Published on Vermont Digger
From the recently released study done by Lawrence O. Picus and Associates, a study commissioned by the Legislature last spring, we know that how the money gets into the Education Fund is equitable across all Vermont towns and cities, that a penny on the tax rate does indeed raise the same amount of money in all towns. We also know that when money is distributed on an equalized per pupil basis that spending also has achieved equity.
But we do not know from the Picus study whether that equity of input of money to the Education Fund purchases equal educational opportunity for all Vermont’s children as required by the Supreme Court in “Brigham,” “that to fulfill its constitutional obligation the State must ensure substantial equality of educational opportunity throughout Vermont.”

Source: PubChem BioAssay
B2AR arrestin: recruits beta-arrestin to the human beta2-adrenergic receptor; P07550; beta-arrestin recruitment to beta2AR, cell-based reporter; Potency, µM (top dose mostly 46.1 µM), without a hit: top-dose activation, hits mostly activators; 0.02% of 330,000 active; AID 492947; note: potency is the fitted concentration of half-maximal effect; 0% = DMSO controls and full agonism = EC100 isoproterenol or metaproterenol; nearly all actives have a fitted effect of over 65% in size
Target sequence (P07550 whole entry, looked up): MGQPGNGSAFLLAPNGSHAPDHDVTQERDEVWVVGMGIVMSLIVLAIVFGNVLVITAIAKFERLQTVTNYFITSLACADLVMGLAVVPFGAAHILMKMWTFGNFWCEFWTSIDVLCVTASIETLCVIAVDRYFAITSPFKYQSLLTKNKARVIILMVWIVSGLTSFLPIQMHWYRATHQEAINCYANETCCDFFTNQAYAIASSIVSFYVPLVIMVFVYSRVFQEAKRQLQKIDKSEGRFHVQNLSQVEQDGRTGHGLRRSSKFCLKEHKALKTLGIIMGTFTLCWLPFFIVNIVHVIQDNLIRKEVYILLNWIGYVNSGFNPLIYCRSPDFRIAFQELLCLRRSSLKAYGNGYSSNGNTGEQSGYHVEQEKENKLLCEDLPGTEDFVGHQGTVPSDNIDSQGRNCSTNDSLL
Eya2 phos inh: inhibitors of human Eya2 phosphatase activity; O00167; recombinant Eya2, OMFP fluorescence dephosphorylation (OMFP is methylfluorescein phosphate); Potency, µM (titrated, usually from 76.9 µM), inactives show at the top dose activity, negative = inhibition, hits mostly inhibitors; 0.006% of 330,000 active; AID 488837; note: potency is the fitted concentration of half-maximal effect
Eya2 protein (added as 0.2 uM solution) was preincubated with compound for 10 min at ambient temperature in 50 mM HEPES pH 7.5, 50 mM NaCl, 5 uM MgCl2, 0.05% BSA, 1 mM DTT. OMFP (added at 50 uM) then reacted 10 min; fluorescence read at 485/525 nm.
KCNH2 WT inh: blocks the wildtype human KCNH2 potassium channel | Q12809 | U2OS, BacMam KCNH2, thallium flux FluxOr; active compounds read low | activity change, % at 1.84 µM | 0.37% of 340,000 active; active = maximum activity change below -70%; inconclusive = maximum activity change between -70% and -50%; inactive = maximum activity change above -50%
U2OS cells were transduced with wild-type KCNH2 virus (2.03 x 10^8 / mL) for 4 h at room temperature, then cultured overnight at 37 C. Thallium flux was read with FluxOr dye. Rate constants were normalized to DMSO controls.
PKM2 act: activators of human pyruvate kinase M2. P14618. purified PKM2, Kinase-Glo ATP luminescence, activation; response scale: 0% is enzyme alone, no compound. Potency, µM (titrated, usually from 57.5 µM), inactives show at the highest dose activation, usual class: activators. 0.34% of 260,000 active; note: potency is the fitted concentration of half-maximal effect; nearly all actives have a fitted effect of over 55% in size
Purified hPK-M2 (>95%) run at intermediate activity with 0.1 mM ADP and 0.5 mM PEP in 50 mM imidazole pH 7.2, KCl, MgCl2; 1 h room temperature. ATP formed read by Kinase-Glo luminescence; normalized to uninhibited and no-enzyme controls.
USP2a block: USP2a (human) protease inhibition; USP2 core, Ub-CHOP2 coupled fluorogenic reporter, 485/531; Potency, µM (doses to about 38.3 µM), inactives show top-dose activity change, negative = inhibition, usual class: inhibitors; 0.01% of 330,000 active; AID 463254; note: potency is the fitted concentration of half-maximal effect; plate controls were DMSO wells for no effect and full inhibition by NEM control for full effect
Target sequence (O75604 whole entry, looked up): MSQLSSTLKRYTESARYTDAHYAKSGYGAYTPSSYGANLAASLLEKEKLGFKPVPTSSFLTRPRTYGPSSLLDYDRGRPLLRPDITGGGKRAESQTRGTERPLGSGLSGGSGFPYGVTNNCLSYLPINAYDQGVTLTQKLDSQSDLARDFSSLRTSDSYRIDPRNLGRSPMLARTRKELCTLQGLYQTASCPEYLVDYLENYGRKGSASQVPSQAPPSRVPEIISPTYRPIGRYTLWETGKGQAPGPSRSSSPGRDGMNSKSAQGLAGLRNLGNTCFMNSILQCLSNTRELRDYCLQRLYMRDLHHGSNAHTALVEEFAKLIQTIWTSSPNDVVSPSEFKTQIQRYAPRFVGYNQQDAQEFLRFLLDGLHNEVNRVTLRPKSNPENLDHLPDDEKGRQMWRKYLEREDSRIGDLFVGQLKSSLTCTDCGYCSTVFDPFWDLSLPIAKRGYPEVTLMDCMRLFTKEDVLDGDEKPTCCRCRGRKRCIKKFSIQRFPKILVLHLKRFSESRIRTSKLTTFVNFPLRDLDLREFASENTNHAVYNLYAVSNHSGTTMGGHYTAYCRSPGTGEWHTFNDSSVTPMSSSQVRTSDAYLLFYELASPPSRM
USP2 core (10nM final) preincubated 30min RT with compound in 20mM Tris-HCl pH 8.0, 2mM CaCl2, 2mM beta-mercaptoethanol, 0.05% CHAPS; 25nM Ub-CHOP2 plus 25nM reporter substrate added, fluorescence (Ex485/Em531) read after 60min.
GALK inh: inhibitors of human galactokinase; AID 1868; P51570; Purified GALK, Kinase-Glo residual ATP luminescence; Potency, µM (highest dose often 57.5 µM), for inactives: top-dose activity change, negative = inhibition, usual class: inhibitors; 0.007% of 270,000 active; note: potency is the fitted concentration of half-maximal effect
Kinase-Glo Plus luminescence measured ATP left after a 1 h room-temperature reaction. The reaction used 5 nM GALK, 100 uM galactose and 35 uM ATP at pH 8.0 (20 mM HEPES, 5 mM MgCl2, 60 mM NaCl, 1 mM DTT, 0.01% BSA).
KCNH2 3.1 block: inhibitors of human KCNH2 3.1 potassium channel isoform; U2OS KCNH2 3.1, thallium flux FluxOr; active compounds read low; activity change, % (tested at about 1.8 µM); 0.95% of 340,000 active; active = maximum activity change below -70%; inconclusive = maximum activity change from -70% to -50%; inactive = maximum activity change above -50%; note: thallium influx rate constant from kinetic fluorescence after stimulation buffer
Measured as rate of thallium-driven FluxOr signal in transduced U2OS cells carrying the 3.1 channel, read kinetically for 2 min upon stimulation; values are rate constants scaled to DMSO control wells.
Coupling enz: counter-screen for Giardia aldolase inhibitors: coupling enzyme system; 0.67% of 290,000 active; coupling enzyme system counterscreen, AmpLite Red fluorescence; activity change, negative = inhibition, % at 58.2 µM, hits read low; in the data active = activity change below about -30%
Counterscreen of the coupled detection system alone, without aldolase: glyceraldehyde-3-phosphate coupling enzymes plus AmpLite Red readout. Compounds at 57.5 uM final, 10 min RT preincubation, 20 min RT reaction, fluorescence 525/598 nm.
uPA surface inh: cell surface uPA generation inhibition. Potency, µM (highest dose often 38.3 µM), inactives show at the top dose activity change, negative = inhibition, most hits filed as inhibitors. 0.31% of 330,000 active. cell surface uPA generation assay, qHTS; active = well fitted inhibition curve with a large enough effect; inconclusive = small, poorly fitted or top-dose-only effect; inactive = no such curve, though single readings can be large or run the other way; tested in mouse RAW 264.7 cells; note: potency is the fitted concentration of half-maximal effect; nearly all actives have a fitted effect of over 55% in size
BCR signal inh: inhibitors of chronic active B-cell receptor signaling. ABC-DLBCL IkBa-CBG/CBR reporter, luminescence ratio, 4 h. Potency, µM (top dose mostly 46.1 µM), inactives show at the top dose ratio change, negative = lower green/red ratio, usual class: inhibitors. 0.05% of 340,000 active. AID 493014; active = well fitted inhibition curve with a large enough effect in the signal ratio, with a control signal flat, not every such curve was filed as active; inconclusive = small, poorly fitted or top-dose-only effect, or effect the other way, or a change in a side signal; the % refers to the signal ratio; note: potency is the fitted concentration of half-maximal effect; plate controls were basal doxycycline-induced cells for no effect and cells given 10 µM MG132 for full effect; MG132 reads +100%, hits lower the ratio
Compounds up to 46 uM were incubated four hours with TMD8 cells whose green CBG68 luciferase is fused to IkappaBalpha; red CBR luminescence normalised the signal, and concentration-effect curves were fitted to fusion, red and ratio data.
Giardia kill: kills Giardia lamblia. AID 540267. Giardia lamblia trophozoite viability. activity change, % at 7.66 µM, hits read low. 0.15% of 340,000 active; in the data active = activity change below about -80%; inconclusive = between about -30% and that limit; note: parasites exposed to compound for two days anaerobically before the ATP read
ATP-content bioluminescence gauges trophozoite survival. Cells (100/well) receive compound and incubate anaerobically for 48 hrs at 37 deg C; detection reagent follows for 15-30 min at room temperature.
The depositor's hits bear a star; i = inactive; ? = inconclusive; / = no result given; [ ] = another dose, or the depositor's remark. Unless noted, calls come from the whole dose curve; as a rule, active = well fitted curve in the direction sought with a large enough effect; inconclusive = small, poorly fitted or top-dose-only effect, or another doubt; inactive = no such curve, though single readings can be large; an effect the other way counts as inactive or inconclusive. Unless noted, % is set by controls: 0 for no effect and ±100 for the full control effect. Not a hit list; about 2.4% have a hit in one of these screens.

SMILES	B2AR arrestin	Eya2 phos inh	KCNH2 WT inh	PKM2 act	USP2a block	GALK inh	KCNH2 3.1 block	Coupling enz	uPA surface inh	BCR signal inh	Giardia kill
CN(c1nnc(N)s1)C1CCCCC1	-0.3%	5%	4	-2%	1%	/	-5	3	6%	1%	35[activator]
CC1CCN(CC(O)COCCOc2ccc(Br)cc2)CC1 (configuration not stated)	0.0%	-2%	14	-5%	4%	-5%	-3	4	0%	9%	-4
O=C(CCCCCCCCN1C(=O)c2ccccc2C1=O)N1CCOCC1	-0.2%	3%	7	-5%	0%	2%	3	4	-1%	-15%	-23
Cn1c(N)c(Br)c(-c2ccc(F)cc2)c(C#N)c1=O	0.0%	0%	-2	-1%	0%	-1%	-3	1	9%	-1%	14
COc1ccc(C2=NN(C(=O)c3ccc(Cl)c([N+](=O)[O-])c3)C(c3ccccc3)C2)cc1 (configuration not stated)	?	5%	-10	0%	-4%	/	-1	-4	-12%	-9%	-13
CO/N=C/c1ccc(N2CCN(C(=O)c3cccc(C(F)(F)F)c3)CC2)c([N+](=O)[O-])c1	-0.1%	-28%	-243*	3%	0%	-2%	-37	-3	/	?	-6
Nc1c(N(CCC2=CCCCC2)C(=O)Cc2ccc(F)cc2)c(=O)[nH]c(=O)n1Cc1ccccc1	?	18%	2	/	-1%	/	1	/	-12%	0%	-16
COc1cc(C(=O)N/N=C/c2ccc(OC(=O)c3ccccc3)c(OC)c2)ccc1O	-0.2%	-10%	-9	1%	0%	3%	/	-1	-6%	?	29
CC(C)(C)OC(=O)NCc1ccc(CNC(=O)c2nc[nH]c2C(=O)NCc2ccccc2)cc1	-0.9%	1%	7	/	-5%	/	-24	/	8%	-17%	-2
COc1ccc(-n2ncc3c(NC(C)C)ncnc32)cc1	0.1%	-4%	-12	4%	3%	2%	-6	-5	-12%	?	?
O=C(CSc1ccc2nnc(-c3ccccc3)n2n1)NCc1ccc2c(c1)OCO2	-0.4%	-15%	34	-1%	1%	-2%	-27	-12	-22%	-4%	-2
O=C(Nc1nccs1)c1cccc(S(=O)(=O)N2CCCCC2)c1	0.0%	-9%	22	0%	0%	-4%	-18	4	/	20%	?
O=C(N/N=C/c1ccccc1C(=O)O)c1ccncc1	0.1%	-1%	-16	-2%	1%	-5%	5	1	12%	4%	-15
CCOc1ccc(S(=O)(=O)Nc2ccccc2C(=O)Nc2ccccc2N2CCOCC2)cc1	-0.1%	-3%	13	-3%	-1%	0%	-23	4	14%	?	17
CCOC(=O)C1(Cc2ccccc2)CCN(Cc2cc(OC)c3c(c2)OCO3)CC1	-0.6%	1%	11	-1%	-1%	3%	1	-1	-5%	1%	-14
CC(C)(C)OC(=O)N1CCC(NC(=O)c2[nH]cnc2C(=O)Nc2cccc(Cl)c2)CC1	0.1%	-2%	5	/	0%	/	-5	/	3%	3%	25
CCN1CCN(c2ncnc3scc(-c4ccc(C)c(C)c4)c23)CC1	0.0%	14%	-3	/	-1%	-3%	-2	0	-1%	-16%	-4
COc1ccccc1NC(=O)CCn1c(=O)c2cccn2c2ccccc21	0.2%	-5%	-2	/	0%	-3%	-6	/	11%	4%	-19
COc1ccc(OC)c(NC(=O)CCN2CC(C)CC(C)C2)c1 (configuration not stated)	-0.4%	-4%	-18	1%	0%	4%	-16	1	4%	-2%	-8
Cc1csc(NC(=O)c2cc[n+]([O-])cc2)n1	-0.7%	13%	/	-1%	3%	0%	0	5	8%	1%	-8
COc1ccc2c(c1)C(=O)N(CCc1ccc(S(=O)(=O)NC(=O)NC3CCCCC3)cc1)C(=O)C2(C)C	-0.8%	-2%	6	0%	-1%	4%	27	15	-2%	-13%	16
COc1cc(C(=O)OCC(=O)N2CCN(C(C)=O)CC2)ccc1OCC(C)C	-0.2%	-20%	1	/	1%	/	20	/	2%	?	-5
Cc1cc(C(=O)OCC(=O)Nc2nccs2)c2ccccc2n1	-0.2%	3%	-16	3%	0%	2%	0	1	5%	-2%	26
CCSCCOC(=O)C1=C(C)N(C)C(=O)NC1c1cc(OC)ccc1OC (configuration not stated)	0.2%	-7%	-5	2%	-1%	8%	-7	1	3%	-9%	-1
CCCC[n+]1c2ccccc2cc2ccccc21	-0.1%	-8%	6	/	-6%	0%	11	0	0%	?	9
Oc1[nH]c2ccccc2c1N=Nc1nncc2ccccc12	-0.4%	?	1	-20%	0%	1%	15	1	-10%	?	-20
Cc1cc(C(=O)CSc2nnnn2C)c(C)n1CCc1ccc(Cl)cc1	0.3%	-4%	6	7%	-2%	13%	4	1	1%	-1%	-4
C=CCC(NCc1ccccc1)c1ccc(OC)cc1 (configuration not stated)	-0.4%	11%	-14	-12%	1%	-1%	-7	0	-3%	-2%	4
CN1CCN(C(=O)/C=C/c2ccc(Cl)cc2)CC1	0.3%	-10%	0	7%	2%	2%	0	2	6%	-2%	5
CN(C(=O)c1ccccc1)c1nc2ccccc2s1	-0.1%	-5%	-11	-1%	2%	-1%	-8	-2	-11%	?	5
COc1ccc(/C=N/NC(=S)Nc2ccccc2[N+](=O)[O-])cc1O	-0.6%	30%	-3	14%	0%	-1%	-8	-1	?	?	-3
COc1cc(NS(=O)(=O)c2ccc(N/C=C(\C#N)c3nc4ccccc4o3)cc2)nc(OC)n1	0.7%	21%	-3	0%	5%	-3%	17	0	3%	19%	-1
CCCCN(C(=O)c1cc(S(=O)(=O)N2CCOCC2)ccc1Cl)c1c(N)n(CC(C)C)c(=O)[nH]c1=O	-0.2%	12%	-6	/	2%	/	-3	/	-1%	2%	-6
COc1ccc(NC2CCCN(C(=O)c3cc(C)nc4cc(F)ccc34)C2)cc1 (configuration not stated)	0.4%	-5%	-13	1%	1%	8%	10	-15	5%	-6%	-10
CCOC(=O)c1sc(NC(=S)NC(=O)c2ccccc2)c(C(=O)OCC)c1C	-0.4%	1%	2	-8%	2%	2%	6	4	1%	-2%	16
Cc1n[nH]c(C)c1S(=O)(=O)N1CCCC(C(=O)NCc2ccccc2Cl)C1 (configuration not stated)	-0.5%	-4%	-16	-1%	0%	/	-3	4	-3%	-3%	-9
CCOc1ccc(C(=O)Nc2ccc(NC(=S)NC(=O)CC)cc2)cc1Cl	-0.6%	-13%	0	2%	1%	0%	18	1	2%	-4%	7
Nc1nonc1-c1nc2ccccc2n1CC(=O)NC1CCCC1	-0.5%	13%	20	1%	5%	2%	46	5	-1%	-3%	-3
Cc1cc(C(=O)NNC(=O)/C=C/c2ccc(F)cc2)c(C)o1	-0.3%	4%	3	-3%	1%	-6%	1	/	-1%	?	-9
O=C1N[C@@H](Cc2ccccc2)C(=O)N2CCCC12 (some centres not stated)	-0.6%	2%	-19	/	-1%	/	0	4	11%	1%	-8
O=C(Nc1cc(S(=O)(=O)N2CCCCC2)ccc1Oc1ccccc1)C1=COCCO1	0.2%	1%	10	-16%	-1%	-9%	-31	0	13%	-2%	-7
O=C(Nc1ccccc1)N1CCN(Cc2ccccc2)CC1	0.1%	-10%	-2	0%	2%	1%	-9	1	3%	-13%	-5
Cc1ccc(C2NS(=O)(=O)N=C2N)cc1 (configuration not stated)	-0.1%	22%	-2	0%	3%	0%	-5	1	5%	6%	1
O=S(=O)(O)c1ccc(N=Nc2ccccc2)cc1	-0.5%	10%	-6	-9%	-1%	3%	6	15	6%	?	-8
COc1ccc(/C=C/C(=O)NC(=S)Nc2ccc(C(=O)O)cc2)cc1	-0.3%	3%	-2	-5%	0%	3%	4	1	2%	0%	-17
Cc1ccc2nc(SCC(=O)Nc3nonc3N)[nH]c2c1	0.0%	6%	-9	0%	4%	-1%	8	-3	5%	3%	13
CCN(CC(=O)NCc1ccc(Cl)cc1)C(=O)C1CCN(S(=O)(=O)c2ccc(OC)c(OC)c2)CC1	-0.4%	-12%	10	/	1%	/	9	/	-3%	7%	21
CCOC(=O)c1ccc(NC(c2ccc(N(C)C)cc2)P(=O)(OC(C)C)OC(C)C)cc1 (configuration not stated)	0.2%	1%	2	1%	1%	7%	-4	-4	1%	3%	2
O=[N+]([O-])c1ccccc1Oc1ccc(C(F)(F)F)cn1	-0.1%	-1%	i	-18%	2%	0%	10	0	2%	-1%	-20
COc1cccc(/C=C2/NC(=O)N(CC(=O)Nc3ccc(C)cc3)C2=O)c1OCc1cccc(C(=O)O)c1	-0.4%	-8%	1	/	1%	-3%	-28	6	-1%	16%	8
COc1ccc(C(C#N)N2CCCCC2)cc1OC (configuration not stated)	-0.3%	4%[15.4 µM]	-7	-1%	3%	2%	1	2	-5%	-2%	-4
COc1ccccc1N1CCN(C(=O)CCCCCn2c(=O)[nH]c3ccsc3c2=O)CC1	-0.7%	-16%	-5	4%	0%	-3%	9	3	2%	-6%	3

To address that question, the towns of Dover and Wilmington, home of some of Vermont’s many, many small schools, believe from the many years of crafting their school budgets under the constraints of Act 60/68 that the equity of input to education funding does not buy equal education opportunity for its children. Therefore, the two towns commissioned a study by Northern Economic Consulting of Westford, Vt., to find out. That study was released on Jan. 16.